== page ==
Water Companies On Alert Over Russian Cyber Attack Threats
With tensions between Russia and the UK building over the last few weeks, the fear now is that critical national infrastructure in Britain could be at risk from a serious cyber attack on the part of the Russians.
Water suppliers, energy companies and banks are now on maximum alert, the Guardian reports, with organisations like Water UK now working alongside the National Cyber Security Centre (NCSC) to assess what the next steps from Moscow will be after the Salisbury chemical attack and the murder of Nikolai Glushkov.
The NCSC is based within GCHQ and works to notify UK companies and the government of the latest threat levels. It is now monitoring Russian activity here in the UK, although it’s thought that no specific threat from the country has emerged since the Salisbury incident.
Speaking to the Observer, former director of GCHQ Robert Hannigan said: “[The Russians are] constantly being found on networks but it’s their intent that matters more than the fact they are there. The difficulty with cyber is that you can be on a network to gather intelligence or you can be on a network to do something destructive and the two look pretty much the same.”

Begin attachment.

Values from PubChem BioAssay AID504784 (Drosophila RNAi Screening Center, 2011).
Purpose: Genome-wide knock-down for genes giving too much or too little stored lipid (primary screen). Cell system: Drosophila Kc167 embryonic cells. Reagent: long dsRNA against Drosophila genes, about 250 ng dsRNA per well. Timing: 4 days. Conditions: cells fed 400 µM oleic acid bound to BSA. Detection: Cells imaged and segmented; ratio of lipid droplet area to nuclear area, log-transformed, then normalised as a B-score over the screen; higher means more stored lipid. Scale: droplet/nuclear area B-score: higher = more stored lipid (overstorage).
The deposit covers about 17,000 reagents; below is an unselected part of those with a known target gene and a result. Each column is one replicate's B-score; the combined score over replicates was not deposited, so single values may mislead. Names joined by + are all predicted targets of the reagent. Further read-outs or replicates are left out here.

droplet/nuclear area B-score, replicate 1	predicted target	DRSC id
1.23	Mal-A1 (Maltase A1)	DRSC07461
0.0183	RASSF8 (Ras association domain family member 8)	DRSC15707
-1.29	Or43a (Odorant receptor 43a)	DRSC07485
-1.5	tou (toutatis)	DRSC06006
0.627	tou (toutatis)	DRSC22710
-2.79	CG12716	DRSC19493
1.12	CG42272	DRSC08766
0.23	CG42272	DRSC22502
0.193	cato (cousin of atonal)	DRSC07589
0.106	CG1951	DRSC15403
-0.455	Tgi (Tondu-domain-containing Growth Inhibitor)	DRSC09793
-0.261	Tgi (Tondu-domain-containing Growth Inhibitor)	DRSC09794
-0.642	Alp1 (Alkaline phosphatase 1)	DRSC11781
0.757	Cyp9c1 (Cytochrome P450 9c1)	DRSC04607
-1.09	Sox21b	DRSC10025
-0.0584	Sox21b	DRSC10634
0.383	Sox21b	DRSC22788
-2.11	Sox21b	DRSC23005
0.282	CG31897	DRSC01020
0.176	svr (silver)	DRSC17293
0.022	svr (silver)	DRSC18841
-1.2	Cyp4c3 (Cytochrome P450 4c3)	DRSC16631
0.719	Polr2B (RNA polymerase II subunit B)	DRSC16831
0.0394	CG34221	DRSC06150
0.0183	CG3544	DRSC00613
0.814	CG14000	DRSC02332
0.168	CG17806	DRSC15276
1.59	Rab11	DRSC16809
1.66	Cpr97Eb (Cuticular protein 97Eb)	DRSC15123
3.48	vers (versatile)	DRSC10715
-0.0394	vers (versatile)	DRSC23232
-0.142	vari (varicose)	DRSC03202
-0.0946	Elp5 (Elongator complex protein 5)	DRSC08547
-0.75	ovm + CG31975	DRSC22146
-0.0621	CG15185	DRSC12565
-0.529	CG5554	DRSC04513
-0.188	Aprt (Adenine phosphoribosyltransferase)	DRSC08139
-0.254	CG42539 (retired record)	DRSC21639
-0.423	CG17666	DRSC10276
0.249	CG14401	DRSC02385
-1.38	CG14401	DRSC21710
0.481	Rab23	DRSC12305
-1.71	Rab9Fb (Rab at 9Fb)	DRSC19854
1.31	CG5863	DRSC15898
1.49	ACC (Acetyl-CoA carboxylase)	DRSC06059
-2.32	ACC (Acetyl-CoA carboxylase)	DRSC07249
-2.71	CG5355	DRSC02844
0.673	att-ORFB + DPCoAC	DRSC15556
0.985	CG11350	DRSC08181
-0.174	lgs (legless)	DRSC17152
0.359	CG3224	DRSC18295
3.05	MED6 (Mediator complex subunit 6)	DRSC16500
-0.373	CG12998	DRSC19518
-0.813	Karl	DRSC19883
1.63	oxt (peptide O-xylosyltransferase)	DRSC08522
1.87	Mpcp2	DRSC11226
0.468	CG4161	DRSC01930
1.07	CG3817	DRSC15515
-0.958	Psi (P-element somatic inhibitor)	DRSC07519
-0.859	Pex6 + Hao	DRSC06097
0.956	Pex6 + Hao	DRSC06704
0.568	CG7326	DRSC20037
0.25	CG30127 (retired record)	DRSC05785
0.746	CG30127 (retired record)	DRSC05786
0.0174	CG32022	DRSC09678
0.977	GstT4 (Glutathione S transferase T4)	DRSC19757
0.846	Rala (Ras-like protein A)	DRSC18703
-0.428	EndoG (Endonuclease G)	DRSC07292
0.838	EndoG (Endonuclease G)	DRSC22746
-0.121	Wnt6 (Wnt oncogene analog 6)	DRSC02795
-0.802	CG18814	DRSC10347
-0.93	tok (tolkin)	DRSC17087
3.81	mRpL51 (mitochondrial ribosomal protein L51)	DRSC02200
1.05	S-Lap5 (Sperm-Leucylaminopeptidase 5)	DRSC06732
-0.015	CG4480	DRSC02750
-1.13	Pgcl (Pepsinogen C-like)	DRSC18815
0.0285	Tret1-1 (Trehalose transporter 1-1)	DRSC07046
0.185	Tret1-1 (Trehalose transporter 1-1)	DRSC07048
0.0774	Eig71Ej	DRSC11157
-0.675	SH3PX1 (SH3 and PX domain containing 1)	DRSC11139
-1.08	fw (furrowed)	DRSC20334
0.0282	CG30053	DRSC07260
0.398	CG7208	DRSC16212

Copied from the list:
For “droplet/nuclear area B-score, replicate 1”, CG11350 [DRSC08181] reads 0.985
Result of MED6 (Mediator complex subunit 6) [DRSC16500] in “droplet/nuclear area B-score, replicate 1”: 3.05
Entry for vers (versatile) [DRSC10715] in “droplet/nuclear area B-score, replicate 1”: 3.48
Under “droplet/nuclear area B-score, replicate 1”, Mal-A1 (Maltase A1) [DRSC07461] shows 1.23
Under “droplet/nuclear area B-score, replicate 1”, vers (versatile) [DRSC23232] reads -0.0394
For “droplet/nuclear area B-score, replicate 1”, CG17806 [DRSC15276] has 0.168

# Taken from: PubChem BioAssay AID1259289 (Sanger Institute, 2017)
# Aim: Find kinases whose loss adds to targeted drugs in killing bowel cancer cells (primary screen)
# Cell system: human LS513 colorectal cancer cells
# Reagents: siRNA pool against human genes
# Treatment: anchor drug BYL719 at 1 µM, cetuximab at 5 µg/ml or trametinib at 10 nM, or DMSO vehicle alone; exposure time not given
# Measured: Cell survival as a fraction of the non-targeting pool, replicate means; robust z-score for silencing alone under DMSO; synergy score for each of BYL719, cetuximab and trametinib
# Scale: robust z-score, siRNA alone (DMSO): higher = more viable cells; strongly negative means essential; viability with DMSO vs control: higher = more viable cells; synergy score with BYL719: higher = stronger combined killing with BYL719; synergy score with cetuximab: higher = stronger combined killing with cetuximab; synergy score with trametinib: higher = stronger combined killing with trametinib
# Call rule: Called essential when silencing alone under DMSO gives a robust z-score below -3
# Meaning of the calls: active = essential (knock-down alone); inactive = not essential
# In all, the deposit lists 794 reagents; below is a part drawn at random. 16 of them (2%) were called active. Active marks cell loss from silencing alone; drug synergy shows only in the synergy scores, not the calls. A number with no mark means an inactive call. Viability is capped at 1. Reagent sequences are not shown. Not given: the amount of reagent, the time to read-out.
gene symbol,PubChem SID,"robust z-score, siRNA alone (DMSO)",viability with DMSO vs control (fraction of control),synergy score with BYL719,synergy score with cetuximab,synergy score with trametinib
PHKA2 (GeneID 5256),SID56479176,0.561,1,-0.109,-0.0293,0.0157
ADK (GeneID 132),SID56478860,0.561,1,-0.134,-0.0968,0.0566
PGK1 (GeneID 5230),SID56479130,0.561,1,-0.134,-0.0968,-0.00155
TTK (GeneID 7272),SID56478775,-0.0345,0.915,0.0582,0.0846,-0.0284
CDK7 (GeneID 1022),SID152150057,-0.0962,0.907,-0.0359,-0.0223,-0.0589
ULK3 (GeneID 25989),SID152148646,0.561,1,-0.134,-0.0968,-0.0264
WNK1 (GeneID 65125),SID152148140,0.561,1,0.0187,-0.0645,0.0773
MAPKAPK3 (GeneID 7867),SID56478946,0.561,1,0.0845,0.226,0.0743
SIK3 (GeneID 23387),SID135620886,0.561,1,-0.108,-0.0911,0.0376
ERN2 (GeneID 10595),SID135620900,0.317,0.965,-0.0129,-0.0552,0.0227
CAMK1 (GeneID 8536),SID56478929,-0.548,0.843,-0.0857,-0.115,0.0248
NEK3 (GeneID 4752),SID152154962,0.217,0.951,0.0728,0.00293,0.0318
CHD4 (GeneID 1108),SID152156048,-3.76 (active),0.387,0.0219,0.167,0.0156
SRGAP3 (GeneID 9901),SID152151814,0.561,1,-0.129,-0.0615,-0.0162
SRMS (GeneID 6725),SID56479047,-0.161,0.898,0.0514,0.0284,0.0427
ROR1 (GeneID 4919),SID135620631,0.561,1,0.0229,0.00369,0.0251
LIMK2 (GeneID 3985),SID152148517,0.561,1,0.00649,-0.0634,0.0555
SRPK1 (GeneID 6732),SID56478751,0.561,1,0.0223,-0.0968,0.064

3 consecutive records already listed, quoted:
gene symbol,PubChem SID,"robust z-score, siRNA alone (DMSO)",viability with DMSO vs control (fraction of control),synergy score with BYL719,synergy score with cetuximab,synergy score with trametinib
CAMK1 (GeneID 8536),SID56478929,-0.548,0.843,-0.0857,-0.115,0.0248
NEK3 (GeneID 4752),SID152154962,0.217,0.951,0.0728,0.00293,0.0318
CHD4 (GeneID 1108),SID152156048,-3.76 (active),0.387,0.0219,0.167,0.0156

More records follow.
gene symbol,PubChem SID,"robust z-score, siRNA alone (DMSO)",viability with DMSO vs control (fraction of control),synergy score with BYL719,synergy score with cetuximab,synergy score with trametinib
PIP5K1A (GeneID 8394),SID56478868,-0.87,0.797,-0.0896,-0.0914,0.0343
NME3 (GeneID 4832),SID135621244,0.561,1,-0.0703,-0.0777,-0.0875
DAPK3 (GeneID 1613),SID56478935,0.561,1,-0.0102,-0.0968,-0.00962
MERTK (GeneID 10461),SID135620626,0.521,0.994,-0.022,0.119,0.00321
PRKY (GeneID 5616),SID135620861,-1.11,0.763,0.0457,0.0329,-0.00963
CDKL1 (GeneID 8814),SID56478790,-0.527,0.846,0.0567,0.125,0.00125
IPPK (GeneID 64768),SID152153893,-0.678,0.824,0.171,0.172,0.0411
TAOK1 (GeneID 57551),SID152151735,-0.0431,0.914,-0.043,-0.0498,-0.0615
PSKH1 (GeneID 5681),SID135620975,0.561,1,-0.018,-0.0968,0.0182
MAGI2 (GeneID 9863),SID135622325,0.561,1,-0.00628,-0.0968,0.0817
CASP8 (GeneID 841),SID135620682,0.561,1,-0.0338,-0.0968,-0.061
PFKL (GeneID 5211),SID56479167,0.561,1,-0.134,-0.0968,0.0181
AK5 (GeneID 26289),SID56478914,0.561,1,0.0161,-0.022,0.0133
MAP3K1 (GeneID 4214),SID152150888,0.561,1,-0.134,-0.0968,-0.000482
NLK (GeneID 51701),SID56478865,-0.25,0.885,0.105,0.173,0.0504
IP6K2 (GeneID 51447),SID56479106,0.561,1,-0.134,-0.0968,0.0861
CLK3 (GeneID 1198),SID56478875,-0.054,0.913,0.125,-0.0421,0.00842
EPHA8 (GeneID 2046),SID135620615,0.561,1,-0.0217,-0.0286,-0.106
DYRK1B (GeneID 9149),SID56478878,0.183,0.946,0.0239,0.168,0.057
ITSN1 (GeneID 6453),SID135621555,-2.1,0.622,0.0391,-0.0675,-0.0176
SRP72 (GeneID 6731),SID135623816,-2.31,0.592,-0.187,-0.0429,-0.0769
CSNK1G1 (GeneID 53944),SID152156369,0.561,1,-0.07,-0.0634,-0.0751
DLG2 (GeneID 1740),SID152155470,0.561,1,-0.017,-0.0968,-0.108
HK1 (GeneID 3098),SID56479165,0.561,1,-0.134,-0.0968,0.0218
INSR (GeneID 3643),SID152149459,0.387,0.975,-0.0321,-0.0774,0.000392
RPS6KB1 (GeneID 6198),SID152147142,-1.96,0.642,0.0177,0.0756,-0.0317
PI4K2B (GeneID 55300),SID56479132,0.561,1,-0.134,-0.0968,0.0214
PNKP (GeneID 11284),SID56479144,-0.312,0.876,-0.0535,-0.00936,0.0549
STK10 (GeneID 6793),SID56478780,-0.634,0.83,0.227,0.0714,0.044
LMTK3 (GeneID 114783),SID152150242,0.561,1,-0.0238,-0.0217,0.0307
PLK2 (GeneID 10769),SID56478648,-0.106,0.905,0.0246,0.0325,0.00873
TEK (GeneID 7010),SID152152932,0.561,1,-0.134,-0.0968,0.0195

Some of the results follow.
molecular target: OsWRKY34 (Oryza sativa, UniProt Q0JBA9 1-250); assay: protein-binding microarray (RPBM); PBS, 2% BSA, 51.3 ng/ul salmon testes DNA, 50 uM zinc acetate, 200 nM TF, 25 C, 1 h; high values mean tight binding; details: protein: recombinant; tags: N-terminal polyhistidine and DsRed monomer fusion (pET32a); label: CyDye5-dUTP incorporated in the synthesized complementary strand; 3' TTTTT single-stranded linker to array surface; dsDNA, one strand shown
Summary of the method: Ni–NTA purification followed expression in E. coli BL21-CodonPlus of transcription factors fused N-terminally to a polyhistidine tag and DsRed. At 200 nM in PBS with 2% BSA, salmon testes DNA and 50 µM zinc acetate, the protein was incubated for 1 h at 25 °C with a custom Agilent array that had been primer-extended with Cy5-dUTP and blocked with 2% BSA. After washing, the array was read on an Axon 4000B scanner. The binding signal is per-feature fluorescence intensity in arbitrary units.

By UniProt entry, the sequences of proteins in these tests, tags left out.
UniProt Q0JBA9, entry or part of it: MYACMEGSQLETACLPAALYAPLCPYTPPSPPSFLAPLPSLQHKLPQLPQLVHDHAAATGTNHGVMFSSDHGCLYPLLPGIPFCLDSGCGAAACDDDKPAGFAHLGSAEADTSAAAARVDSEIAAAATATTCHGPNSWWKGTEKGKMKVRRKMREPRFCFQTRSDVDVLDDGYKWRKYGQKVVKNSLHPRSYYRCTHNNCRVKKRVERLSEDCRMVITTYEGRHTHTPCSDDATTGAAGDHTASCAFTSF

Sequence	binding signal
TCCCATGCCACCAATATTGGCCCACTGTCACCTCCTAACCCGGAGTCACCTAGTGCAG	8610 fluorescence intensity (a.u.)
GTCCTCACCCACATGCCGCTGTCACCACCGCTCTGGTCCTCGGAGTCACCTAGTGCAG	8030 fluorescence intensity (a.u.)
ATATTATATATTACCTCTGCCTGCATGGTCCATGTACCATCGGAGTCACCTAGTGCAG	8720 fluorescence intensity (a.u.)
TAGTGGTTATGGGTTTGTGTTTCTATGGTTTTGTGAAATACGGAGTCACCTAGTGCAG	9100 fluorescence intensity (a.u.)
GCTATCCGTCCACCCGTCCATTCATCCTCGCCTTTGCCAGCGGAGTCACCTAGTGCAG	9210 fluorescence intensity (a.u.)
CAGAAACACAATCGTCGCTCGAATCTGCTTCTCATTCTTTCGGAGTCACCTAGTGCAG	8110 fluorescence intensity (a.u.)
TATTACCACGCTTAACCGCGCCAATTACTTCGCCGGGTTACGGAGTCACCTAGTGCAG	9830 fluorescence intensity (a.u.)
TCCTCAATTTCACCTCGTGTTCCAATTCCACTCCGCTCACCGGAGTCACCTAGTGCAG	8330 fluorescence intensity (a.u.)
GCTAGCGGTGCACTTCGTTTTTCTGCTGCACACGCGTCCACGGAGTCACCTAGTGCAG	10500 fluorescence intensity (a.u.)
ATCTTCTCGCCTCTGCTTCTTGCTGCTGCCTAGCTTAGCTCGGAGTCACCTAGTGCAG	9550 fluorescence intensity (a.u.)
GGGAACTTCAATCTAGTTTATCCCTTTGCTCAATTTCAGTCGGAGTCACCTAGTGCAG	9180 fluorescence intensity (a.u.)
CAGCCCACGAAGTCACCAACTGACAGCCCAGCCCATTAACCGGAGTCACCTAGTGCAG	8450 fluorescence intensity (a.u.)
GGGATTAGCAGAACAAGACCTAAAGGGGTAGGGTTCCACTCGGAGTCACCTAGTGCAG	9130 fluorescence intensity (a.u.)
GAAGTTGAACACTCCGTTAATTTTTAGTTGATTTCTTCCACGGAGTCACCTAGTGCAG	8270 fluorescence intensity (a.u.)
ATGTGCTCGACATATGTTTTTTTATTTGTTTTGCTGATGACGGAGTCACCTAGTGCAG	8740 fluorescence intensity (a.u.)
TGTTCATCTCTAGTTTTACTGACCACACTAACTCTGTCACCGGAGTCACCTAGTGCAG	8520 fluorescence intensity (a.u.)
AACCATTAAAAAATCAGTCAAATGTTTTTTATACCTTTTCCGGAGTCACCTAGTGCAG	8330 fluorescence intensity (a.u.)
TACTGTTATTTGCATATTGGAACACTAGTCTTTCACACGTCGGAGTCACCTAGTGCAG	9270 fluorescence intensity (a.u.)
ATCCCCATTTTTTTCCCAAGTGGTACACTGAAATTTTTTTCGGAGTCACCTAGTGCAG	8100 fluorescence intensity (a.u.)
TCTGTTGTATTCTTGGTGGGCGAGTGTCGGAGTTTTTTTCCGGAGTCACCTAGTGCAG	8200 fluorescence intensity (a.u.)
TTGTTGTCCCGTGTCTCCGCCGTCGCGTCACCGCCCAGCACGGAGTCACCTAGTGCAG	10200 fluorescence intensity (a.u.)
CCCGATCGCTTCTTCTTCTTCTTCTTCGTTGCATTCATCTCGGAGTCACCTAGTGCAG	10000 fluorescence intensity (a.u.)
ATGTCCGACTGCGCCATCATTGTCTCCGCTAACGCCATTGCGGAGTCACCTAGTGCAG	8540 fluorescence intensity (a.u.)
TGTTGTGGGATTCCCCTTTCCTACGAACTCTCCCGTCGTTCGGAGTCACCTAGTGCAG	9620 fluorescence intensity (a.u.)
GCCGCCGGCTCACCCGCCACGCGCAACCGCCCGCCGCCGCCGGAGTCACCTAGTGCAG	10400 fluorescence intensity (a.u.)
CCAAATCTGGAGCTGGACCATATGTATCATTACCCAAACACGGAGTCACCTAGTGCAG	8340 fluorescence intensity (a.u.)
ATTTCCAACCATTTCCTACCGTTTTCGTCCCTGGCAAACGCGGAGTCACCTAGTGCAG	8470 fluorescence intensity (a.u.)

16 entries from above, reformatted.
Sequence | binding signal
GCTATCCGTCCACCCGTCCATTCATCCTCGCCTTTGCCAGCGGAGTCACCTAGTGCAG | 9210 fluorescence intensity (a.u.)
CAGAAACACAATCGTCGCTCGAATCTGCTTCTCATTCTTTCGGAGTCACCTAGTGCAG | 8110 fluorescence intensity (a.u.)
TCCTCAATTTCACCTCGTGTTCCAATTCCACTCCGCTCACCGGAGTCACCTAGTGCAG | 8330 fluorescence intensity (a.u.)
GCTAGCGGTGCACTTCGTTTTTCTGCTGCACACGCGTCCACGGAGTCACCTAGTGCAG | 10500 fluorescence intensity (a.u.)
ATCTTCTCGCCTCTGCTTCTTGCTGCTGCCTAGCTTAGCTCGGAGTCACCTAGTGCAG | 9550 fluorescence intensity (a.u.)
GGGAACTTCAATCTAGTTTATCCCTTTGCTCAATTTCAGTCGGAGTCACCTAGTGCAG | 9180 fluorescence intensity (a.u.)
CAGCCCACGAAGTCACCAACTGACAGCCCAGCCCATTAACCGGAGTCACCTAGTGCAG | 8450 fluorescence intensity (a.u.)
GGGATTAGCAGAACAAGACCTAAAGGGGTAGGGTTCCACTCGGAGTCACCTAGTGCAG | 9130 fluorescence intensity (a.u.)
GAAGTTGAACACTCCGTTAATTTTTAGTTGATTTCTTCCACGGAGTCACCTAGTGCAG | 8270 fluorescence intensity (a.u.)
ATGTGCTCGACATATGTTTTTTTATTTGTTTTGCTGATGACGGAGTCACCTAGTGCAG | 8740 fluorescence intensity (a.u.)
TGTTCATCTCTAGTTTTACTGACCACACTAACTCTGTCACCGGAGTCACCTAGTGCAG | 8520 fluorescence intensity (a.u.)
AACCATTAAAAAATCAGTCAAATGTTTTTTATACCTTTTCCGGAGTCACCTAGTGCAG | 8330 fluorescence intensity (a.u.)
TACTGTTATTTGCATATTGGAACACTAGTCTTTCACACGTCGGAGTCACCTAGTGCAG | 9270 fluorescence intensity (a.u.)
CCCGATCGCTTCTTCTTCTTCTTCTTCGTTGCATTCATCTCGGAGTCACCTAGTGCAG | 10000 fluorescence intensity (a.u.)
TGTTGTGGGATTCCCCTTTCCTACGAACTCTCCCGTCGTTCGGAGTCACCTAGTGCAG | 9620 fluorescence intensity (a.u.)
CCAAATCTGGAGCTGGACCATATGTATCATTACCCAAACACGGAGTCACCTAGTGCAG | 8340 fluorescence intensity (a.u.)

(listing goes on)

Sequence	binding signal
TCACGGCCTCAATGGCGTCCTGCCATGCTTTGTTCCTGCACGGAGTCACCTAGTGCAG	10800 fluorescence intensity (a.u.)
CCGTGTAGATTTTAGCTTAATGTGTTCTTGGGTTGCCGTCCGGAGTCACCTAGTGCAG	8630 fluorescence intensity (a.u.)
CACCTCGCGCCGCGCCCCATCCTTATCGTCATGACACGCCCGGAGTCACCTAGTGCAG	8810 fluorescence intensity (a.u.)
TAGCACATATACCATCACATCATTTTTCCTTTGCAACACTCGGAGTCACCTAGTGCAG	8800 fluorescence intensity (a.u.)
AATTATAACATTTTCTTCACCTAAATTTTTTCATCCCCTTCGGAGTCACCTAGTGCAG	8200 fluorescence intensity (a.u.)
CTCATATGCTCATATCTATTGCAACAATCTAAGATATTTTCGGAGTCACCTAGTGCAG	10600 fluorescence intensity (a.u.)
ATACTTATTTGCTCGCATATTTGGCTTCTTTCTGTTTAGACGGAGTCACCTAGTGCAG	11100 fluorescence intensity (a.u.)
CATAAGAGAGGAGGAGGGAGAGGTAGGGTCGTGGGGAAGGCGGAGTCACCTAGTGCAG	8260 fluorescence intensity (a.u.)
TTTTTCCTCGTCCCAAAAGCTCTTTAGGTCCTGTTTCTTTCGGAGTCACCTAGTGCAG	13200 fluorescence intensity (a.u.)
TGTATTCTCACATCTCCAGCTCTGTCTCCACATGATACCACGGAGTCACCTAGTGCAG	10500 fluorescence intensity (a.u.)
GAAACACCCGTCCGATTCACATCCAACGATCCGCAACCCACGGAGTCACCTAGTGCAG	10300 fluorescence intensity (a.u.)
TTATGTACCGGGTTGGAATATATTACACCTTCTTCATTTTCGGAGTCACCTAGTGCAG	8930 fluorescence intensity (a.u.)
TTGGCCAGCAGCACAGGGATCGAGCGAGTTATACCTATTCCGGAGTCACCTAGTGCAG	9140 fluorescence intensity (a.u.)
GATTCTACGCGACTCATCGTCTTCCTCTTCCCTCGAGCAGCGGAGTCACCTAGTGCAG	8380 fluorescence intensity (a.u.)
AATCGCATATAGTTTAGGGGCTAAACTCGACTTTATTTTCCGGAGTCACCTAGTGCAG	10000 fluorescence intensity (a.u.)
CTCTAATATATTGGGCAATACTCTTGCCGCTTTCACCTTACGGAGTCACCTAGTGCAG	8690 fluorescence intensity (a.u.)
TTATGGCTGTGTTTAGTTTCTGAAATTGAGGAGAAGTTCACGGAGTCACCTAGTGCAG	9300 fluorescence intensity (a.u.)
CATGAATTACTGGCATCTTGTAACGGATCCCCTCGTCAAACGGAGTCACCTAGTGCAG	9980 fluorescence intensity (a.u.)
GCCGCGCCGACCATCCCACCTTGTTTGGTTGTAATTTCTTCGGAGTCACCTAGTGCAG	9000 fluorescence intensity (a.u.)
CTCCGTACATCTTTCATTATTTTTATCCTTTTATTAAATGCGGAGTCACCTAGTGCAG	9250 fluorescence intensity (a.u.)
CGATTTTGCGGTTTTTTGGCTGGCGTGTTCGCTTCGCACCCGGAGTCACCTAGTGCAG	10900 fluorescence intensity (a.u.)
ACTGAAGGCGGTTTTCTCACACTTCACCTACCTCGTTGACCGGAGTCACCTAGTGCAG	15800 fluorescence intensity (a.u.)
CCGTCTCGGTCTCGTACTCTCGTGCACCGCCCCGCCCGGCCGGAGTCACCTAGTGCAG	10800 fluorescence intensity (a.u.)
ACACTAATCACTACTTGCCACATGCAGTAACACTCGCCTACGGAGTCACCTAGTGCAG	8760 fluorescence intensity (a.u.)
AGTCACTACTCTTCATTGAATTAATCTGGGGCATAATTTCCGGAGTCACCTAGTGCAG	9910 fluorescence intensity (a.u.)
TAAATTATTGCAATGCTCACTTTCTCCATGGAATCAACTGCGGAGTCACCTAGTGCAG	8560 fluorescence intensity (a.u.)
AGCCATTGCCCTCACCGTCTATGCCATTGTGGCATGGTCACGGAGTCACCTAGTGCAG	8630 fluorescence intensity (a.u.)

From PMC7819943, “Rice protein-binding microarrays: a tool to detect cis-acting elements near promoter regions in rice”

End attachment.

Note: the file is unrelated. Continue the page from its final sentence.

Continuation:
Figures from the NCSC show that over 1,100 cyber attacks have taken place over the last 12 months, 590 of which were considered significant. Some 30 of these required action by government organisations, a number of which specifically targeted the financial sector here in the UK.
Back in January, the government announced that organisations could face fines of up to £17 million if they don’t put effective cyber security measures in place. New regulators will be introduced to assess critical industries like energy, water, transport and health to ensure that the plans they implement are as robust as possible.
Minister for digital and the creative industries Margot James noted that the aim is for essential infrastructure and services to be ready to tackle any cyber attacks and bolster their resilience against major disruption.
New guidance has also been published by the NCSC to help organisations comply with regards to security measures. Fines would be a last resort and won’t apply to those that have assessed the risks appropriately, rolled out the right security measures and engaged with regulators on the matter but which have still suffered an attack.
If you’re worried how your business would be affected if water supplies were shut off because of a cyber attack, you might benefit from looking into commercial rainwater harvesting so you have a back-up option in case something does happen.
This is simply the process of collecting and storing rainwater deposited on your roof area, water that is then filtered and reused instead of your mains water. Typical applications include vehicle washing, toilet flushing, process and laundry water – so you could find it particularly useful later down the line, whether there’s a cyber attack or not.
Get in touch with the team here at H2O Building Services to find out more.